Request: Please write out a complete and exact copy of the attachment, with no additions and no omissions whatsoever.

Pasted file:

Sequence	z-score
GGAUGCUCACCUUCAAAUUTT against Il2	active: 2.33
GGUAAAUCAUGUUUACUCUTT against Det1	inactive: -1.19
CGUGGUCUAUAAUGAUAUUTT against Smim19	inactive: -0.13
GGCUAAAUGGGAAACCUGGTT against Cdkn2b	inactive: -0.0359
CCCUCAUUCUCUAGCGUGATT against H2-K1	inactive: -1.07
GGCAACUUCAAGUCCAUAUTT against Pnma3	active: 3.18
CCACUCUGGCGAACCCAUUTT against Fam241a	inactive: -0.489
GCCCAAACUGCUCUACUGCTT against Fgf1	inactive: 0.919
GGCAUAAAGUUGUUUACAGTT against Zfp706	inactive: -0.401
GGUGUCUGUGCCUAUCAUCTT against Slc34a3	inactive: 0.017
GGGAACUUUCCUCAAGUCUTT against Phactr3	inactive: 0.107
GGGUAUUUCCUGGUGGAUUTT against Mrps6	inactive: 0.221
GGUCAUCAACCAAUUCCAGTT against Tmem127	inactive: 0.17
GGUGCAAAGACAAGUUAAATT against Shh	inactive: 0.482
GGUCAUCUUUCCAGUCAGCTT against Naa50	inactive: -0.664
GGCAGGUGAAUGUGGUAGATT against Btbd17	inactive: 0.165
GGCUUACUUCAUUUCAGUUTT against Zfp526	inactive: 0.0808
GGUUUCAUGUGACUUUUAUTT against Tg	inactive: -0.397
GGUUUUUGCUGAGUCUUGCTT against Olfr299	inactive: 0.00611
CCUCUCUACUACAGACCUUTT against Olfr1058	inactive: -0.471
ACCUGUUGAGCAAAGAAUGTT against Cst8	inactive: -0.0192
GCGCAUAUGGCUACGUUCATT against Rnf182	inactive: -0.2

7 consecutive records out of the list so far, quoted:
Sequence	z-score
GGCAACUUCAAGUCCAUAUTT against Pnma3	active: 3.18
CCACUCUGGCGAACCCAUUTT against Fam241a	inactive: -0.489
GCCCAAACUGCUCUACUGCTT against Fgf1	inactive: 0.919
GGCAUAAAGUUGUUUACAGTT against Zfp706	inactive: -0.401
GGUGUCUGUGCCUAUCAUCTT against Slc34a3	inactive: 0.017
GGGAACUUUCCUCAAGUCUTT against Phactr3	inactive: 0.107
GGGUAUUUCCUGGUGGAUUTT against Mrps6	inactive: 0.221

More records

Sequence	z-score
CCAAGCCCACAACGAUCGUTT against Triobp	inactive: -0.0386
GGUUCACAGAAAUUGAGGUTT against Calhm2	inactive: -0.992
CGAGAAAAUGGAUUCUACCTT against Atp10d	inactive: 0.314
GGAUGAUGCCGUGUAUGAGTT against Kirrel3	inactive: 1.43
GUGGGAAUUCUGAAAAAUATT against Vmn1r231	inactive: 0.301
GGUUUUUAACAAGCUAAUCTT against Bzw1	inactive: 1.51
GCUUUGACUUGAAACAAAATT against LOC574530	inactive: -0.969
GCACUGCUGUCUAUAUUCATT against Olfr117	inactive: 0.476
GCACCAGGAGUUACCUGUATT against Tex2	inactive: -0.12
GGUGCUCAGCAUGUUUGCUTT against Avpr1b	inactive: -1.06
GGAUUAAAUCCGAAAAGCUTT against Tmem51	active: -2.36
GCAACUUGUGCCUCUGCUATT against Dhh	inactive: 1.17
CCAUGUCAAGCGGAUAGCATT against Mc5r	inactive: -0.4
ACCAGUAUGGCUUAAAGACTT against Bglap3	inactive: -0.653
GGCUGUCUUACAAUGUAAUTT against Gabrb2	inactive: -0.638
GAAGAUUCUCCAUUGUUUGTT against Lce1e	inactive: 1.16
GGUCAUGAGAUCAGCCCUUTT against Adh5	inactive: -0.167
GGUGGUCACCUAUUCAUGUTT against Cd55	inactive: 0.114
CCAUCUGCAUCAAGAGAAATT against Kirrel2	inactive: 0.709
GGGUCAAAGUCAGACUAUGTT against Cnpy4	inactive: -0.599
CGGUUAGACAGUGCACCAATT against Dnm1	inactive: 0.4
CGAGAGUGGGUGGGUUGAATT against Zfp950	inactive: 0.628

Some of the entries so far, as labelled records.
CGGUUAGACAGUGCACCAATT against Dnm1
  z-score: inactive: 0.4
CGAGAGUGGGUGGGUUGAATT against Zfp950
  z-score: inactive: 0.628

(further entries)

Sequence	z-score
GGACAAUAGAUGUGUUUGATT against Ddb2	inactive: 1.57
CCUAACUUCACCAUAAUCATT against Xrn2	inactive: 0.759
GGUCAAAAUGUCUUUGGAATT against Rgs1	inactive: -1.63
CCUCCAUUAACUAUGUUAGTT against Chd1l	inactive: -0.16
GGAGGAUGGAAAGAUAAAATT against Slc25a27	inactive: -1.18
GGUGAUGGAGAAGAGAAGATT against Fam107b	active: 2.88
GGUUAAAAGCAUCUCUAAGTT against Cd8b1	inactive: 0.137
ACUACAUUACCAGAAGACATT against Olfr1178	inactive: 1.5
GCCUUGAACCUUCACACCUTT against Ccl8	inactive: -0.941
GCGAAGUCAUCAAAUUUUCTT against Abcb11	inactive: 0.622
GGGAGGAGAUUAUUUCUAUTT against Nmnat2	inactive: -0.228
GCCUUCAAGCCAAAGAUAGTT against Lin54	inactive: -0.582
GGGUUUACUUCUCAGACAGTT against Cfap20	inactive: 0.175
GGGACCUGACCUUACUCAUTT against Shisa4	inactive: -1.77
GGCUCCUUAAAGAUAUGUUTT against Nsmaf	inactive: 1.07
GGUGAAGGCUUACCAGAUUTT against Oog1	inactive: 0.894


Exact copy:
Sequence	z-score
GGAUGCUCACCUUCAAAUUTT against Il2	active: 2.33
GGUAAAUCAUGUUUACUCUTT against Det1	inactive: -1.19
CGUGGUCUAUAAUGAUAUUTT against Smim19	inactive: -0.13
GGCUAAAUGGGAAACCUGGTT against Cdkn2b	inactive: -0.0359
CCCUCAUUCUCUAGCGUGATT against H2-K1	inactive: -1.07
GGCAACUUCAAGUCCAUAUTT against Pnma3	active: 3.18
CCACUCUGGCGAACCCAUUTT against Fam241a	inactive: -0.489
GCCCAAACUGCUCUACUGCTT against Fgf1	inactive: 0.919
GGCAUAAAGUUGUUUACAGTT against Zfp706	inactive: -0.401
GGUGUCUGUGCCUAUCAUCTT against Slc34a3	inactive: 0.017
GGGAACUUUCCUCAAGUCUTT against Phactr3	inactive: 0.107
GGGUAUUUCCUGGUGGAUUTT against Mrps6	inactive: 0.221
GGUCAUCAACCAAUUCCAGTT against Tmem127	inactive: 0.17
GGUGCAAAGACAAGUUAAATT against Shh	inactive: 0.482
GGUCAUCUUUCCAGUCAGCTT against Naa50	inactive: -0.664
GGCAGGUGAAUGUGGUAGATT against Btbd17	inactive: 0.165
GGCUUACUUCAUUUCAGUUTT against Zfp526	inactive: 0.0808
GGUUUCAUGUGACUUUUAUTT against Tg	inactive: -0.397
GGUUUUUGCUGAGUCUUGCTT against Olfr299	inactive: 0.00611
CCUCUCUACUACAGACCUUTT against Olfr1058	inactive: -0.471
ACCUGUUGAGCAAAGAAUGTT against Cst8	inactive: -0.0192
GCGCAUAUGGCUACGUUCATT against Rnf182	inactive: -0.2

7 consecutive records out of the list so far, quoted:
Sequence	z-score
GGCAACUUCAAGUCCAUAUTT against Pnma3	active: 3.18
CCACUCUGGCGAACCCAUUTT against Fam241a	inactive: -0.489
GCCCAAACUGCUCUACUGCTT against Fgf1	inactive: 0.919
GGCAUAAAGUUGUUUACAGTT against Zfp706	inactive: -0.401
GGUGUCUGUGCCUAUCAUCTT against Slc34a3	inactive: 0.017
GGGAACUUUCCUCAAGUCUTT against Phactr3	inactive: 0.107
GGGUAUUUCCUGGUGGAUUTT against Mrps6	inactive: 0.221

More records

Sequence	z-score
CCAAGCCCACAACGAUCGUTT against Triobp	inactive: -0.0386
GGUUCACAGAAAUUGAGGUTT against Calhm2	inactive: -0.992
CGAGAAAAUGGAUUCUACCTT against Atp10d	inactive: 0.314
GGAUGAUGCCGUGUAUGAGTT against Kirrel3	inactive: 1.43
GUGGGAAUUCUGAAAAAUATT against Vmn1r231	inactive: 0.301
GGUUUUUAACAAGCUAAUCTT against Bzw1	inactive: 1.51
GCUUUGACUUGAAACAAAATT against LOC574530	inactive: -0.969
GCACUGCUGUCUAUAUUCATT against Olfr117	inactive: 0.476
GCACCAGGAGUUACCUGUATT against Tex2	inactive: -0.12
GGUGCUCAGCAUGUUUGCUTT against Avpr1b	inactive: -1.06
GGAUUAAAUCCGAAAAGCUTT against Tmem51	active: -2.36
GCAACUUGUGCCUCUGCUATT against Dhh	inactive: 1.17
CCAUGUCAAGCGGAUAGCATT against Mc5r	inactive: -0.4
ACCAGUAUGGCUUAAAGACTT against Bglap3	inactive: -0.653
GGCUGUCUUACAAUGUAAUTT against Gabrb2	inactive: -0.638
GAAGAUUCUCCAUUGUUUGTT against Lce1e	inactive: 1.16
GGUCAUGAGAUCAGCCCUUTT against Adh5	inactive: -0.167
GGUGGUCACCUAUUCAUGUTT against Cd55	inactive: 0.114
CCAUCUGCAUCAAGAGAAATT against Kirrel2	inactive: 0.709
GGGUCAAAGUCAGACUAUGTT against Cnpy4	inactive: -0.599
CGGUUAGACAGUGCACCAATT against Dnm1	inactive: 0.4
CGAGAGUGGGUGGGUUGAATT against Zfp950	inactive: 0.628

Some of the entries so far, as labelled records.
CGGUUAGACAGUGCACCAATT against Dnm1
  z-score: inactive: 0.4
CGAGAGUGGGUGGGUUGAATT against Zfp950
  z-score: inactive: 0.628

(further entries)

Sequence	z-score
GGACAAUAGAUGUGUUUGATT against Ddb2	inactive: 1.57
CCUAACUUCACCAUAAUCATT against Xrn2	inactive: 0.759
GGUCAAAAUGUCUUUGGAATT against Rgs1	inactive: -1.63
CCUCCAUUAACUAUGUUAGTT against Chd1l	inactive: -0.16
GGAGGAUGGAAAGAUAAAATT against Slc25a27	inactive: -1.18
GGUGAUGGAGAAGAGAAGATT against Fam107b	active: 2.88
GGUUAAAAGCAUCUCUAAGTT against Cd8b1	inactive: 0.137
ACUACAUUACCAGAAGACATT against Olfr1178	inactive: 1.5
GCCUUGAACCUUCACACCUTT against Ccl8	inactive: -0.941
GCGAAGUCAUCAAAUUUUCTT against Abcb11	inactive: 0.622
GGGAGGAGAUUAUUUCUAUTT against Nmnat2	inactive: -0.228
GCCUUCAAGCCAAAGAUAGTT against Lin54	inactive: -0.582
GGGUUUACUUCUCAGACAGTT against Cfap20	inactive: 0.175
GGGACCUGACCUUACUCAUTT against Shisa4	inactive: -1.77
GGCUCCUUAAAGAUAUGUUTT against Nsmaf	inactive: 1.07
GGUGAAGGCUUACCAGAUUTT against Oog1	inactive: 0.894